Transitioning to a more circular business model could not only help you drastically to reduce your own environmental impact, but it could also empower your customers to play the active role that they increasingly crave – thereby increasing the attraction they feel towards your brand.
According to the report, Eco Actives – which describes shoppers who “feel responsible and are making significant steps to reduce their plastic waste, and know which companies have a genuine environmental concern” – now represents 24% of consumers across the 10 European countries studied (ranging from 18% in the Czech Republic to 38% in Germany). For some of these countries, Eco Actives have shown double-digit growth in numbers since 2019.
This shift is a direct result of the disruption and uncertainty brought about by the pandemic, which has encouraged people not only to think hard about what really matters to them but to recognize the need to take responsibility and action as individuals – leading them to flock to brands operating circular business models.
In spite of all the uncertainty last year, this driving force for environmental action not only survived the crisis, it’s been propelled by it.
If this trajectory continues, by 2025 over 40% of consumers will adjust their buying behavior to become more involved in playing their part in the green revolution, representing a whopping $860 billion of sustainable spending power. It’s clear that ignoring this shift in sentiment could be a damaging oversight for businesses.
Minimizing plastic waste is no longer enough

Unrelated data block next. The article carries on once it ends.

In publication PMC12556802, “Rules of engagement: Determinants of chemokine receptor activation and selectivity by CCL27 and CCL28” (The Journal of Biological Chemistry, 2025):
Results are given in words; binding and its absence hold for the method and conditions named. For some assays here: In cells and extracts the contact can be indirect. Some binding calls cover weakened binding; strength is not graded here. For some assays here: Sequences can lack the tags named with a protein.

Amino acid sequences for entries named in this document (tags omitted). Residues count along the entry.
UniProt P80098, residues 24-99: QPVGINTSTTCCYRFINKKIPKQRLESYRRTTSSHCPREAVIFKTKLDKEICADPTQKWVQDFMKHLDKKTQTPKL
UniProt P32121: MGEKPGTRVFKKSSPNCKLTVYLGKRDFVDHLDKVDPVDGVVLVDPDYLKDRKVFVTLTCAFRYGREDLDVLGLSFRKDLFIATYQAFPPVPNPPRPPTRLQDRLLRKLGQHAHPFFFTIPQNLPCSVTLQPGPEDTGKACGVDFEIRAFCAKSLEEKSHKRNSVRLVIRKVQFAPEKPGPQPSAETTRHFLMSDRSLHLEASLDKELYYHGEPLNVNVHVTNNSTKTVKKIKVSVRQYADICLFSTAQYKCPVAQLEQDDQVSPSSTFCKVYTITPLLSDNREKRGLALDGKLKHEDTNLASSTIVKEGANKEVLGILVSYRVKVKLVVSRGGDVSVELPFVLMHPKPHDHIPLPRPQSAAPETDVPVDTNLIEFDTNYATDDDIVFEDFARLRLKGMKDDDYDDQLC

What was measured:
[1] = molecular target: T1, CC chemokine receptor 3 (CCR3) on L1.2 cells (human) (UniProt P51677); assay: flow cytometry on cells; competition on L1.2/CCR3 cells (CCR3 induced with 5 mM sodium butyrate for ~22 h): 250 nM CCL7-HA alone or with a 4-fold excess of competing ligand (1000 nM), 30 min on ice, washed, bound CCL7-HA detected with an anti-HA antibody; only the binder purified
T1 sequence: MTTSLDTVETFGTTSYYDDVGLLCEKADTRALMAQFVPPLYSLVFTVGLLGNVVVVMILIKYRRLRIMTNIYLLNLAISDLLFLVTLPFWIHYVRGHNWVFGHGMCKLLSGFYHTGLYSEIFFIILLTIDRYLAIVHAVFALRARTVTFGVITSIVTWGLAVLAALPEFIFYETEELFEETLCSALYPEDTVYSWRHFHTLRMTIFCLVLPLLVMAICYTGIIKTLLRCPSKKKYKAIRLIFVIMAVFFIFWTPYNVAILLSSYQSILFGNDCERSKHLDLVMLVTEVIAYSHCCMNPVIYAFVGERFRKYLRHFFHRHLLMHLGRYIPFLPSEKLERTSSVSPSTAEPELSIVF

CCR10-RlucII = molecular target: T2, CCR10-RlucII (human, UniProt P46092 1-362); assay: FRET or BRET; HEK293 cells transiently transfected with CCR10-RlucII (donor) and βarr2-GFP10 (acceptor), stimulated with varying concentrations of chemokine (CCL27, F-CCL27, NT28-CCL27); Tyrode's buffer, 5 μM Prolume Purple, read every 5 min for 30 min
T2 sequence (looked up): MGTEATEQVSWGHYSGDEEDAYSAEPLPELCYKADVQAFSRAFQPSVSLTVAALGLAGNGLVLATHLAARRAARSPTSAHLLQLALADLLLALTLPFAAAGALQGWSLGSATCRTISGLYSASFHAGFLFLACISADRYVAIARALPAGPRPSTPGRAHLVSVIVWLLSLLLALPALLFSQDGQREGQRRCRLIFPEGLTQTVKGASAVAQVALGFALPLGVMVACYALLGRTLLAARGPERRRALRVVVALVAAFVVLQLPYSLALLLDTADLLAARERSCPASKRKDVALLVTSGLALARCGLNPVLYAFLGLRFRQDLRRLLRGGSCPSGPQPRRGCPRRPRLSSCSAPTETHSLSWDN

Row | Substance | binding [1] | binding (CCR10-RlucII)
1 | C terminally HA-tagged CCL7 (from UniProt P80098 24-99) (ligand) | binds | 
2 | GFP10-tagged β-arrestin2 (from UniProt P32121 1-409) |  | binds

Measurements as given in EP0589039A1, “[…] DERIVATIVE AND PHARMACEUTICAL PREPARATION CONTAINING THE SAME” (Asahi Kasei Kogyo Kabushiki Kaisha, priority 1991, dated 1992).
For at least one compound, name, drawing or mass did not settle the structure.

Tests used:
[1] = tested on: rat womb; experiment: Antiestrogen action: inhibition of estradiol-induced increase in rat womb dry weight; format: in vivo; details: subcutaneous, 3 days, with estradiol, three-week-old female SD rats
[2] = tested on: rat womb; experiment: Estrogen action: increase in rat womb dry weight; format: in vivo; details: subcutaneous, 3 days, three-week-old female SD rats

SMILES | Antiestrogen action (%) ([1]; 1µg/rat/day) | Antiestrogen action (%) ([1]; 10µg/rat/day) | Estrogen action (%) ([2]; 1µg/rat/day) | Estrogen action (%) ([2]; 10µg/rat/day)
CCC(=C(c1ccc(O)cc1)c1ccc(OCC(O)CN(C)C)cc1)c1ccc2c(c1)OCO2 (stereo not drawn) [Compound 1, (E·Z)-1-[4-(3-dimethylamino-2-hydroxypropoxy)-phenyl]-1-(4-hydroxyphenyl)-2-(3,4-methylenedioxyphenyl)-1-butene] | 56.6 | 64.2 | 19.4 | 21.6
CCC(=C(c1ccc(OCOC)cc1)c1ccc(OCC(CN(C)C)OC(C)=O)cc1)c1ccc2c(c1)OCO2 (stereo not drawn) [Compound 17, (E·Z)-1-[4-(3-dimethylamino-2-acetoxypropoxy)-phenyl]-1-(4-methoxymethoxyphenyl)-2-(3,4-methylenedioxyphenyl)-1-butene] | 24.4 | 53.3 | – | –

The sentiment shift around sustainability towards circular business models has not just been in the number of consumers interested in sustainable practices, but also in the nature of change they want to see.
Previous GfK Green Consumer Reports have tracked consumer interest in eco-friendly behavior as being largely centered around minimizing plastic waste. Now, interest is turning to other areas. Eco Actives are increasingly aware of the environmental impact of every part of their lifestyle – this could mean buying locally, looking for carbon-neutrality, reading labels, and checking items to see whether they are made from recycled materials or not.
GfK research found two in ten people believe individuals can make the biggest difference in “controlling and limiting the damage humans are doing to the environment”, while four in ten believe manufacturers have this power. This showcases the importance of brands operating circular business models to work with their consumers to reduce collective environmental footprint.
Circular business models resonate with consumers’ desire to act
Circular business models empower both consumers and businesses to be more environmentally responsible. These models reduce waste by helping customers to re-use, re-fill, share, donate or repurpose and recycle old materials into new ones. By keeping consumers, brands, products, and materials in a continuous cycle of purchase-and-reuse, there is a double environmental benefit – reducing not only the amount of landfill from consumers but also the amount of raw material needed for manufacture.
The real-life success of circular business models
Online fashion retail is one sector really benefiting from a high level of innovation in circular business models. Take the pioneering zero-waste clothing company Mud Jeans as an example. Mudd encourages consumers to lease jeans and return worn pairs for recycling. Similarly, For Days sells recycled, organic, and carbon-neutral t-shirts, allowing customers to send back worn items in exchange for new ones by using a system of ‘swap credits’.